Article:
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FLUID IN MOTION

HYDRODYNAMICS

Hydrodynamics is the branch of physics which deals with the study of properties of fluids in motion.

Viscosity of the fluid

Is the property of a moving fluid (liquid or gas) to oppose the relative motion between its layers.

Thus viscosity is that property of a fluid that indicates its internal friction.

The greater the viscosity of a fluid, the grater is the force required to cause one layer of fluid to slide past another.

For example:

The viscosity of honey is very large as compared to that of water. This means that for the same applied external force, the rate of flow of honey will be very small as compared to that of water.

The viscosity of a fluid not only retards its own motion but it also retards the motion of a solid through it.

The greater the viscosity of a fluid, the harder it is for a solid to move through it, imagine the difference between swimming in water and honey.

CAUSE OF VISCOSITY

Viscosity is the internal friction of a fluid which opposes the motion of one layer of fluid past another.

The forces of attraction between the molecules of a moving fluid determine the viscosity of the fluid.

Viscous force

Is the tangential force that tends to destroy the relative motion between different fluid layers.

Viscous Fluid

Is the fluid which offers a resistance to the motion through it of any solid body.

Non Viscous fluid

Is the fluid which does not offer a resistance to the motion through it of any solid.

Velocity Gradient

Is the change of velocity divided by the distance in a direction perpendicular to the velocity.

NEWTON’S LAW OF VISCOSITY

Newton’s law of viscosity states that “the frictional force F between the layers is directly proportional to area A of the layers in contact and to the velocity gradient”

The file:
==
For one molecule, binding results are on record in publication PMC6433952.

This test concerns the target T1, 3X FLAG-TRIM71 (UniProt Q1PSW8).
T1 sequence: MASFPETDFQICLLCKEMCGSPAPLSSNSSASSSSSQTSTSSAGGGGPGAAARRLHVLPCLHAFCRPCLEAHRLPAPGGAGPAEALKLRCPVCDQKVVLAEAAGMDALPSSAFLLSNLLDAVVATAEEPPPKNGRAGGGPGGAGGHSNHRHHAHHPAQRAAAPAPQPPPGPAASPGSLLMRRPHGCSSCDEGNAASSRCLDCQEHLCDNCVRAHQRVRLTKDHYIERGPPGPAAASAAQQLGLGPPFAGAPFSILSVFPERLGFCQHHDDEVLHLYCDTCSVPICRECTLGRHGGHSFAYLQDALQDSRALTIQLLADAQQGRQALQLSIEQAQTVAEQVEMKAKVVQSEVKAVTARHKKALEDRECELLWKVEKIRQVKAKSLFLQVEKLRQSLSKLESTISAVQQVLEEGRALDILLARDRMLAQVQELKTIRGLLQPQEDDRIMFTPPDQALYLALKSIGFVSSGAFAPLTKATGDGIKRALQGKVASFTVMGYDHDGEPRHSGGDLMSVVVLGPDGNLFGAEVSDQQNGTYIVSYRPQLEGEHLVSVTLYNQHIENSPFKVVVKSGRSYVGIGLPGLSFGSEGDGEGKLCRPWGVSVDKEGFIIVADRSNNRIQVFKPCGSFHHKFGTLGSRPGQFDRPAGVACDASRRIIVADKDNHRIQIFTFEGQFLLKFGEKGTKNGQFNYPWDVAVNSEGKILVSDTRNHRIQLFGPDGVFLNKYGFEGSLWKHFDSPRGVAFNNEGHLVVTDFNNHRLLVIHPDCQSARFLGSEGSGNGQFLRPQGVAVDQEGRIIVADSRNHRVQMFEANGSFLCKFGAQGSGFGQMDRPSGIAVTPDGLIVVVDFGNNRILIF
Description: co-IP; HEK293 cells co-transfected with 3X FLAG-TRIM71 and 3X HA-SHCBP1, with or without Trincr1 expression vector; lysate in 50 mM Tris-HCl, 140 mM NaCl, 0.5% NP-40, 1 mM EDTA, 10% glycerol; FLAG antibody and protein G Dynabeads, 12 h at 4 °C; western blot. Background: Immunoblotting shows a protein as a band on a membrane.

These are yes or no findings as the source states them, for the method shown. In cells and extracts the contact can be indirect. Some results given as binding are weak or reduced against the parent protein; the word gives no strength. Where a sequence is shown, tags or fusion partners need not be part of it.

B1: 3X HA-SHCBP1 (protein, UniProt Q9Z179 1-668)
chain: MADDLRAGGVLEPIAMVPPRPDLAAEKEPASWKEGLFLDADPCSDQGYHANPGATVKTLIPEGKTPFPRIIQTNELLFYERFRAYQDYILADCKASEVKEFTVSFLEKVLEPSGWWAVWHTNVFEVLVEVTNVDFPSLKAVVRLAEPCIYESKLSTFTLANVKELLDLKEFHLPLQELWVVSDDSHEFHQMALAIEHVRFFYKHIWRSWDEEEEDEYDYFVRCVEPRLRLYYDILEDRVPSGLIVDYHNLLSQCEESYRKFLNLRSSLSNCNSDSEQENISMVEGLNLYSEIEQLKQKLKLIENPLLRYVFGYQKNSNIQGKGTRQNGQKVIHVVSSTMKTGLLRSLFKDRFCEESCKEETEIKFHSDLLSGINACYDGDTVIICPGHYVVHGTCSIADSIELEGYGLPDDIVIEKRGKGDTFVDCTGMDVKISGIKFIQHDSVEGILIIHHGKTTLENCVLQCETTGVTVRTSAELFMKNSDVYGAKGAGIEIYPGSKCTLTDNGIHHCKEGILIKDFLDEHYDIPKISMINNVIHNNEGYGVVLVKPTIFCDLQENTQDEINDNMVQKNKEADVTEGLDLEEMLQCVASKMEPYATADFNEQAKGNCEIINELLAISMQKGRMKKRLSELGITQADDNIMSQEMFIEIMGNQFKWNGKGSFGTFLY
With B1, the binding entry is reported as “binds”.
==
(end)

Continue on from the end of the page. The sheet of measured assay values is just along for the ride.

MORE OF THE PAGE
is a constant of proportionality and is called coefficient of viscosity.

Note that the negative sign shows that the direction of viscous drag F is opposite to the direction of motion of the liquid.

From,

The coefficient of viscosity is the tangential force required to maintain a unit velocity gradient between two parallel layers each of unit area.

or

Is the tangential force per unit area of a layer, required to maintain unit velocity gradient normal to the direction of flow.

Coefficient of viscosity of the liquid is a measure of the degree to which the fluid exhibits viscous effects.

Units of

The SI units of F is 1N, The SI unit or A is 1 and that of velocity gradient is SI unit of is NSM-2. It also called.

The coefficient of viscosity of a liquid is if a tangential force of 1N is required to maintain a velocity gradient of between two parallel layers each of area .

is also called Dynamic viscosity or Absolute Viscosity The viscosity of an ideal liquid is zero.

Dimensional formula of

=

The coefficient of viscosity of a liquid decrease with the increases in temperature and vice versa. However, the coefficient of viscosity of gases increases with the increase in temperature.

Fluidity

Is a measure of re ability of a fluid of flow and is equal to the reciprocals of

Dimensional formula of fluidity is

NEWTONIAN AND NON NEWTONIAN FLUID

Newtonian fluid

Is the fluid with which the velocity gradient is proportional to the tangential stress.

These fluids obeys Newton’s law of viscosity

Non Newtonian fluid